That's it. My daughter is done. Absolutely and completely done. She actually stood in our house today with her face straining to the roof and bellowed, "I just can't take it anymore!"
I sort of saw it coming. Sort of. You just never know with my daughter. A couple of days ago she told me that she only wanted one thing for Christmas. "All I want is for Daddy to come home."
There isn't much you can say to your child when all she wants is her Daddy back and there is no way he'll be out of Iraq and home in time for Christmas. I find that the straight answer works best. Not even Santa can bring Daddy home for Christmas. Daddy has to stay in Iraq.
Tonight's desperate episode all began when I sent her back to her room to redo her homework.
She stood on the stairs and took dramatic I-can't-believe-my-mom-is-so-mean breaths until I raised my voice. "Enough with the drama. Go!"
She was only gone a few minutes when I heard her desperate wail. Apparently, she just can't take it anymore. At first I didn't even realize what she was talking about. In bewilderment, I asked, "What can't you take anymore?"
"I can't take Daddy being away for one more day!" Then she burst into tears.
It's funny how she misses Daddy the most when Mommy is being mean. But she ran into my arms and sobbed and cried. What could I possibly say?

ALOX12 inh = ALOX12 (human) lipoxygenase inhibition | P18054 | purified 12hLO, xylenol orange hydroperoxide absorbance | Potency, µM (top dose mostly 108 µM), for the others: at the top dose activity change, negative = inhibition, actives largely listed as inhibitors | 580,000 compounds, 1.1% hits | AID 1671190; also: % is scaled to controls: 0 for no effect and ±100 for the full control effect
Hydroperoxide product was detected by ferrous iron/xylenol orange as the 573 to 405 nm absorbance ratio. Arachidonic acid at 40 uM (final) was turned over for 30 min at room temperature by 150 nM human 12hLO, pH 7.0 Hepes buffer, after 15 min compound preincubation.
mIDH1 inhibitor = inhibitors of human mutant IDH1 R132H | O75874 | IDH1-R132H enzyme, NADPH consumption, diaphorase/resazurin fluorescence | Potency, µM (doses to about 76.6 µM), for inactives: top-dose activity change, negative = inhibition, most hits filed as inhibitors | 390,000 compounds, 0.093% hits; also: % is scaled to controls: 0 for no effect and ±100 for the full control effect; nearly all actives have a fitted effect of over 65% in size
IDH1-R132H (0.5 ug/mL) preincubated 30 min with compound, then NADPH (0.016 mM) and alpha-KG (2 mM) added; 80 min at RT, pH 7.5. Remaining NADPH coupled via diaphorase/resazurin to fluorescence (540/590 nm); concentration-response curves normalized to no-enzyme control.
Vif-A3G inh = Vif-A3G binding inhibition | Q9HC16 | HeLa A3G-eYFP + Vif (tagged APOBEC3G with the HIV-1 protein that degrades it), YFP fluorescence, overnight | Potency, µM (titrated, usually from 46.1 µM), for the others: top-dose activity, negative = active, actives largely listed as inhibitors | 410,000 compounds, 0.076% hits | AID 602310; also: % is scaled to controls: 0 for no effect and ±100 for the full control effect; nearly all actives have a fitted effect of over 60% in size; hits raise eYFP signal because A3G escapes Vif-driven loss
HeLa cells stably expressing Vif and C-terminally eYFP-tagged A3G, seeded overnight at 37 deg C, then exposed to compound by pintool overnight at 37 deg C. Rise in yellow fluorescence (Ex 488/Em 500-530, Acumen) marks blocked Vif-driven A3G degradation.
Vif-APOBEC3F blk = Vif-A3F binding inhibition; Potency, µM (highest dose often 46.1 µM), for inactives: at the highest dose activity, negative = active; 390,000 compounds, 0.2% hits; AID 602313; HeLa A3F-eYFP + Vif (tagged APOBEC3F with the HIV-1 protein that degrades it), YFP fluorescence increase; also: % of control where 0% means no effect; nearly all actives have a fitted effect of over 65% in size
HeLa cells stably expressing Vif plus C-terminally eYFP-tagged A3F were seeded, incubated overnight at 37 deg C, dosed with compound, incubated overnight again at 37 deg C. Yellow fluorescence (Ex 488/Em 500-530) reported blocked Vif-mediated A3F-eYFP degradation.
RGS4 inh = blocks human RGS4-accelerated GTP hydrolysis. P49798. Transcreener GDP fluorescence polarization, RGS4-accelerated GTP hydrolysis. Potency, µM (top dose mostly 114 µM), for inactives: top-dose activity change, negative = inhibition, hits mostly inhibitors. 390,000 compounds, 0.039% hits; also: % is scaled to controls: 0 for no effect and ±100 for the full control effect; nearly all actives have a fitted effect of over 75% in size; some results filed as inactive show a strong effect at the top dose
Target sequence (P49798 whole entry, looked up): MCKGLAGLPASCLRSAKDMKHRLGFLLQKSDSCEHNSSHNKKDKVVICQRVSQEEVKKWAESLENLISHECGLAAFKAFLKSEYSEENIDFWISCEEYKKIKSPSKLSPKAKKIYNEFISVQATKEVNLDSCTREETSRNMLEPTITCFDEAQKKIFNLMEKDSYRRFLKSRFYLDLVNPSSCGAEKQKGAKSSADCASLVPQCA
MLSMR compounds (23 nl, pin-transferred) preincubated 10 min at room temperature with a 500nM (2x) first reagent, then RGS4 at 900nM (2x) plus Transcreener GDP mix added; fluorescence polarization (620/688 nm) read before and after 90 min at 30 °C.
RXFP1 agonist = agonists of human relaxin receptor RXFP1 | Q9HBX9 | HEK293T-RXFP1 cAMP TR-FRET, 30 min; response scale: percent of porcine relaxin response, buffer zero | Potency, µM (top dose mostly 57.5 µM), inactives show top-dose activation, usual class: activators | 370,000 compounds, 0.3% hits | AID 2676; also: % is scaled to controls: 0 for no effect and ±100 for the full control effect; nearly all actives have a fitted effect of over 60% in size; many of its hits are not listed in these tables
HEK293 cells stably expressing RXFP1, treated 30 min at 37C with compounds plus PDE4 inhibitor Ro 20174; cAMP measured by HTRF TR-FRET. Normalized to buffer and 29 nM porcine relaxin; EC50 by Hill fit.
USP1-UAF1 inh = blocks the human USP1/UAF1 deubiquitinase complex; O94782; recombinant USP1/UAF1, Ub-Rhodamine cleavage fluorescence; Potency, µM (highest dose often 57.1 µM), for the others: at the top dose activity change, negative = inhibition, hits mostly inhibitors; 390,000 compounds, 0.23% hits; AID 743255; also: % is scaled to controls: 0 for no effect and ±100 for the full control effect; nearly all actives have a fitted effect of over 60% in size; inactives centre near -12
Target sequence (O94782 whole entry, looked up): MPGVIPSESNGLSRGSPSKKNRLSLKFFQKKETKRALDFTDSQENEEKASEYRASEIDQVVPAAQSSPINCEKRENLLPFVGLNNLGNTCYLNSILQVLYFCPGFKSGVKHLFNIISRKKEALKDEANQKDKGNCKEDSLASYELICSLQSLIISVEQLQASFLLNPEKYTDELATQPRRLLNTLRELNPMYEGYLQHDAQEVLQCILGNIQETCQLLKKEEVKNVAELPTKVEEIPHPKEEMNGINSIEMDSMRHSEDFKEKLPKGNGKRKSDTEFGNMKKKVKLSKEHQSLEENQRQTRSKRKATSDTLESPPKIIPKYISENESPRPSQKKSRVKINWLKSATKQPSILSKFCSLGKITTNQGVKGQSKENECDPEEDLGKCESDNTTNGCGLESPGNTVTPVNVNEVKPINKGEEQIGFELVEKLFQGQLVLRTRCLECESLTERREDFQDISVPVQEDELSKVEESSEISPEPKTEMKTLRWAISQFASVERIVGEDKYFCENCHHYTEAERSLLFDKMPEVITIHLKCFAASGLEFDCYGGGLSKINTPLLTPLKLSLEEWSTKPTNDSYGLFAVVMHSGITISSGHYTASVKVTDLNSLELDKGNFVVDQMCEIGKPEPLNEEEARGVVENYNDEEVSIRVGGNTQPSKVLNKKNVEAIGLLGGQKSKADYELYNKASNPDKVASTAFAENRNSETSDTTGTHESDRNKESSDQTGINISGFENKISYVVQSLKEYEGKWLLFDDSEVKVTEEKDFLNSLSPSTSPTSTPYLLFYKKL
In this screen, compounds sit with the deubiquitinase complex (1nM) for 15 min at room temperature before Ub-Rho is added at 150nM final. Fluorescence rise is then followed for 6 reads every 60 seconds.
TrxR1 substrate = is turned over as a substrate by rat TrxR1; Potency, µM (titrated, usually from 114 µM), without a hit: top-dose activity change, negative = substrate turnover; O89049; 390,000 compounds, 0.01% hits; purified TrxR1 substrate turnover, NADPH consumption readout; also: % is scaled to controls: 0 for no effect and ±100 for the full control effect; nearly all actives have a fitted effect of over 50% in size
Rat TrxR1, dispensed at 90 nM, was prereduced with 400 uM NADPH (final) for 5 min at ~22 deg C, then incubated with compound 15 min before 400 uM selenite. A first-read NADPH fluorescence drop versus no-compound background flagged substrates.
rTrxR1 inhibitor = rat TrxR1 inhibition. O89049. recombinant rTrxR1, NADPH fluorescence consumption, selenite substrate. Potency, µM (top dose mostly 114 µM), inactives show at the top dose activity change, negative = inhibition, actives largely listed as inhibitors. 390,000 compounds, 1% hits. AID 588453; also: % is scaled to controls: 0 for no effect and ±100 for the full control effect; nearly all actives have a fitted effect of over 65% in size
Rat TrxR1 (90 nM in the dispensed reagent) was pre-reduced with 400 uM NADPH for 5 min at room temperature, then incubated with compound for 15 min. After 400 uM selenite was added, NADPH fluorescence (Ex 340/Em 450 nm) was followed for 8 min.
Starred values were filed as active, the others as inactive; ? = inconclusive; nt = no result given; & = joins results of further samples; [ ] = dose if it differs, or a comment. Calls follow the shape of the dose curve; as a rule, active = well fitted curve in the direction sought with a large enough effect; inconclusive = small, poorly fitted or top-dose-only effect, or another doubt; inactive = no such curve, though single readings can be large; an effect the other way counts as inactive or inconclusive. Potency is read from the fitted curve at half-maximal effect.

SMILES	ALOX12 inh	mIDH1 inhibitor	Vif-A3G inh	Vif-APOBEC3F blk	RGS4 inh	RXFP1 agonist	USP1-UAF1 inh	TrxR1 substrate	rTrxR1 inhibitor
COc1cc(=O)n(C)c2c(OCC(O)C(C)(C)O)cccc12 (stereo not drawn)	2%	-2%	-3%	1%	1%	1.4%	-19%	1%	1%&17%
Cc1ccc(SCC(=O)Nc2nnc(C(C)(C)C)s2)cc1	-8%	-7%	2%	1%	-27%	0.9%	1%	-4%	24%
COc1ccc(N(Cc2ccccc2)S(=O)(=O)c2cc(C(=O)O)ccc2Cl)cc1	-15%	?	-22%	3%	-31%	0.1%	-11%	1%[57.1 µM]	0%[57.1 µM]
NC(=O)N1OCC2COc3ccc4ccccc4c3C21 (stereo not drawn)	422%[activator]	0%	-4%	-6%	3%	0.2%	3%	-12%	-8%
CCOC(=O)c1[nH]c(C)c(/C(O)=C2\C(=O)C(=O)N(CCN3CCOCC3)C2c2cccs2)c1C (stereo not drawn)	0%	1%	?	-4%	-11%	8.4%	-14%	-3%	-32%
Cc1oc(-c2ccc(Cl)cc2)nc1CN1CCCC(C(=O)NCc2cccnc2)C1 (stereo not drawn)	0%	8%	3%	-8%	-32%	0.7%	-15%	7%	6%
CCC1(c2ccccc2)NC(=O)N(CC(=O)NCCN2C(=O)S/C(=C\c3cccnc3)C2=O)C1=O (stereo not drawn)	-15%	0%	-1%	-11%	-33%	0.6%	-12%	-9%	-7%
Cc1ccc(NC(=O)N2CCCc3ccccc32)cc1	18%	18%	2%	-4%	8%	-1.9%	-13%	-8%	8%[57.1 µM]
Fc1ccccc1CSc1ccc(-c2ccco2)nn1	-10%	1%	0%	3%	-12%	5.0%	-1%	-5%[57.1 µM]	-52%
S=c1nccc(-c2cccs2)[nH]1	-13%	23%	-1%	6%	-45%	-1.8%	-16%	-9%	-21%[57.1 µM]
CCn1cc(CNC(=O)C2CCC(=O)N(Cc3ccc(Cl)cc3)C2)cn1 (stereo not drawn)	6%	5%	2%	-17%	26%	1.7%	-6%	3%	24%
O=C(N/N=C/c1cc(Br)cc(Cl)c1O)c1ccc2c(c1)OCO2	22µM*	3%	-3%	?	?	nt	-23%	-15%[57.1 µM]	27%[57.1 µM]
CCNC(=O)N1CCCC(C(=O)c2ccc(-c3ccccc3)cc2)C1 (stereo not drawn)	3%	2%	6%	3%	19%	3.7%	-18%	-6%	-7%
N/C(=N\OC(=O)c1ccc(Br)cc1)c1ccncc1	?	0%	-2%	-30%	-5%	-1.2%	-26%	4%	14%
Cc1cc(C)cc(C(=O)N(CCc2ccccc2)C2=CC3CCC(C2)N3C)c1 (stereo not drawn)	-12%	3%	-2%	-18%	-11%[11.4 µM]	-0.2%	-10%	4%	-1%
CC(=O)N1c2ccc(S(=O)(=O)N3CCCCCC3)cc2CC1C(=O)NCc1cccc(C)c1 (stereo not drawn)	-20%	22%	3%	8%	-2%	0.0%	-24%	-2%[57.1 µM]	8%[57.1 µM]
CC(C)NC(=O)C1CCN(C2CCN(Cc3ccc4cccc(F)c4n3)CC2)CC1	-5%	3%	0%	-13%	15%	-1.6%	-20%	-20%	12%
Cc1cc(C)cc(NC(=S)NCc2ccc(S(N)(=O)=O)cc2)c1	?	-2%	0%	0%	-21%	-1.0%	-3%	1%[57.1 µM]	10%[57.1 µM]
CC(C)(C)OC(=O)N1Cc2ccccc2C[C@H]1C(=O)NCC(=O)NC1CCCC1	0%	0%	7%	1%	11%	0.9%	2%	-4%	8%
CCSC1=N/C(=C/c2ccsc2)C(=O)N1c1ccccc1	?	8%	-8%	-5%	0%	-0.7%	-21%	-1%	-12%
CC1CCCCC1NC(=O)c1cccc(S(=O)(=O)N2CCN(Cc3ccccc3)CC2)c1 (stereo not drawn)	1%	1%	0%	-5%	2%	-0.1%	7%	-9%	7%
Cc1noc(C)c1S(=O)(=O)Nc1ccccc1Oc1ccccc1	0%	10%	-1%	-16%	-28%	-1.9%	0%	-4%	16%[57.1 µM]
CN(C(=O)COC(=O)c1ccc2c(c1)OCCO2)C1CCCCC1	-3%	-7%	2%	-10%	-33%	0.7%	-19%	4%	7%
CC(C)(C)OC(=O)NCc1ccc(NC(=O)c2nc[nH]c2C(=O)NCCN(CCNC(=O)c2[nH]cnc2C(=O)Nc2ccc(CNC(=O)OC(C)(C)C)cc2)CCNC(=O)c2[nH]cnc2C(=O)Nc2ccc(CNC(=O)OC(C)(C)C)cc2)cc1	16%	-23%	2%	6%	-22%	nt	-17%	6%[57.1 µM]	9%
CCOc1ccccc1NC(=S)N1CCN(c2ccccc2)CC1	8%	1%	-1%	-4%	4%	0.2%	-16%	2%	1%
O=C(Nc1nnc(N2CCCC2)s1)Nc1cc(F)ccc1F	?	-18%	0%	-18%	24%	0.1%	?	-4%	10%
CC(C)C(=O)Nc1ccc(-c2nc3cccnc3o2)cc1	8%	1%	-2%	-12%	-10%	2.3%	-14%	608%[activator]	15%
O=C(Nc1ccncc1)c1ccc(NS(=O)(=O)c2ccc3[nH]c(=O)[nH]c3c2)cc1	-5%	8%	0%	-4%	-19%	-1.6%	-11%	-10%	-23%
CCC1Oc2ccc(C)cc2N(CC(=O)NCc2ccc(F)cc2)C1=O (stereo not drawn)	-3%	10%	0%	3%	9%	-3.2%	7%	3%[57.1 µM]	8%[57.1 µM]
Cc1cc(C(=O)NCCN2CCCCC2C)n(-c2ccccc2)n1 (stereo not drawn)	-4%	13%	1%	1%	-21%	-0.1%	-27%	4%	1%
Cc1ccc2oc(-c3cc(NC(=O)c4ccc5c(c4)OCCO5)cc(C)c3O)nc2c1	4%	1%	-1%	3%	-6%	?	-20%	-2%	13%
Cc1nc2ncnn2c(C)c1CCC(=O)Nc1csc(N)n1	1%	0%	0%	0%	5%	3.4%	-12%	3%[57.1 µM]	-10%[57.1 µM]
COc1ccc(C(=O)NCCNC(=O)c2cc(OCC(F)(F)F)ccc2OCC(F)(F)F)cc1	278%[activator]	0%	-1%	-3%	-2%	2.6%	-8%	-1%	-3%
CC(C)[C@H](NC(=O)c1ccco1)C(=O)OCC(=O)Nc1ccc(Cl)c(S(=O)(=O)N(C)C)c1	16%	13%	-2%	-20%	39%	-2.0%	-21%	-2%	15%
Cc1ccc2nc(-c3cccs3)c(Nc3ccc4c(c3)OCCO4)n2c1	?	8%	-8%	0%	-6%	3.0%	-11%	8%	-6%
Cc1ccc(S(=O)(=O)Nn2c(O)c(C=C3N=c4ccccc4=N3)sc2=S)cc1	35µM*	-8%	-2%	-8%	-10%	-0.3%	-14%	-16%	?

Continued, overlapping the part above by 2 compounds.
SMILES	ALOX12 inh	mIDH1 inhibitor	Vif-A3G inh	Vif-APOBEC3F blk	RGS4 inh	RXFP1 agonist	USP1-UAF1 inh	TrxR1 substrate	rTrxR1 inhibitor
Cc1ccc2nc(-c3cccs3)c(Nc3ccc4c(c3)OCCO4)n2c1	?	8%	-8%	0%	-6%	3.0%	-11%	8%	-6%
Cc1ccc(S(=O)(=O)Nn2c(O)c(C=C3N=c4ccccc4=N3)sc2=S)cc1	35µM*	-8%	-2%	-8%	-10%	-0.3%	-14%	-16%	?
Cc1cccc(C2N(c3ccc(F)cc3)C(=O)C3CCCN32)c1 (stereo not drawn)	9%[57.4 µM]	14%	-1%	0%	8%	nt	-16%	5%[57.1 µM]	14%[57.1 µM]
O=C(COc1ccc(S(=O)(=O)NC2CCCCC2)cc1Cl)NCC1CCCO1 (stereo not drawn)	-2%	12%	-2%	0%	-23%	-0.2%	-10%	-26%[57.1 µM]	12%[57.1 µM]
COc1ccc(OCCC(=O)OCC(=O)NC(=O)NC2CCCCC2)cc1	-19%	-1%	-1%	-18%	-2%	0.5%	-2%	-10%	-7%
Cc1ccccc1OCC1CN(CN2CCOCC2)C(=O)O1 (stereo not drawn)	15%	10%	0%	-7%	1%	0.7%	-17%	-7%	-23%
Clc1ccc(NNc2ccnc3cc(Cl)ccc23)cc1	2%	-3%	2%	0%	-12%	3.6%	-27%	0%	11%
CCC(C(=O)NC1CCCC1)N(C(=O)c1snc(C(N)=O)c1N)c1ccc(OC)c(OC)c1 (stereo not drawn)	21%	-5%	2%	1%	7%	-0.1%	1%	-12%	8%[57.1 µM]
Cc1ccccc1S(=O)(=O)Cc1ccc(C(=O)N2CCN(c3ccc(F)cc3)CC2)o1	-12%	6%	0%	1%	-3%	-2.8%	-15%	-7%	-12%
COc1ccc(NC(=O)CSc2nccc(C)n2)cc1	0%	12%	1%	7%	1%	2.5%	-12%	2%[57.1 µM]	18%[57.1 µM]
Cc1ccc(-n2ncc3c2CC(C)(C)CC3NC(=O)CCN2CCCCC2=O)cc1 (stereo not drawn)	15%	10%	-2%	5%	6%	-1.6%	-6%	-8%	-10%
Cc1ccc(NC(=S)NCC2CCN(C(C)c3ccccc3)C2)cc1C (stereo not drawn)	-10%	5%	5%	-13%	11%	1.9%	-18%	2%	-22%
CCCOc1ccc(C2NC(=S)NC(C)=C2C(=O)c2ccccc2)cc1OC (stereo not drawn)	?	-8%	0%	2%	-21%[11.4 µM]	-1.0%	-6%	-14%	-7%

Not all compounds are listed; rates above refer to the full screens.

"I know, honey. I miss Daddy too, but he won't be back for a few more weeks and we have to just keep living our lives day to day."
"I know," she sobbed. "But you don't know what it was like at school today! I missed him so much so I put his picture on my desk. I didn't get in trouble but it didn't help!"
I let her cry it out for a while but my son struggles with that. He hurts to see her hurt and he tries in his own five-year-old way to help.
"Maybe Daddy will be back next week," he says. But I can't let that false hope fester.
"No, he won't, but maybe you could e-mail him."
"No, no," my son insisted. "I saw a big sign that said that a big group was coming home January 2. Maybe Daddy will be home then."
Never mind that he can't read yet.
None of the normal things we military moms do to help our kids with separations are working with her. She doesn't want to write him or send him anything. I'm not sure why. She has been so amazingly mature these last few months that I sometimes have to remind myself that she is only eight-years-old. She wants her Daddy. Nothing else will do.
I did the only thing I could think to do. I sent her to finish her homework.
My son summed up his own feelings then. "I miss Daddy too, but I don't get sad about it."
"Why is that, Buddy," I asked him.
"Because I have so many other people who love me too." He and I are a lot alike.
My daughter has struggled to fall asleep tonight. Her brain and her heart are in overdrive. And that's how she and I are alike.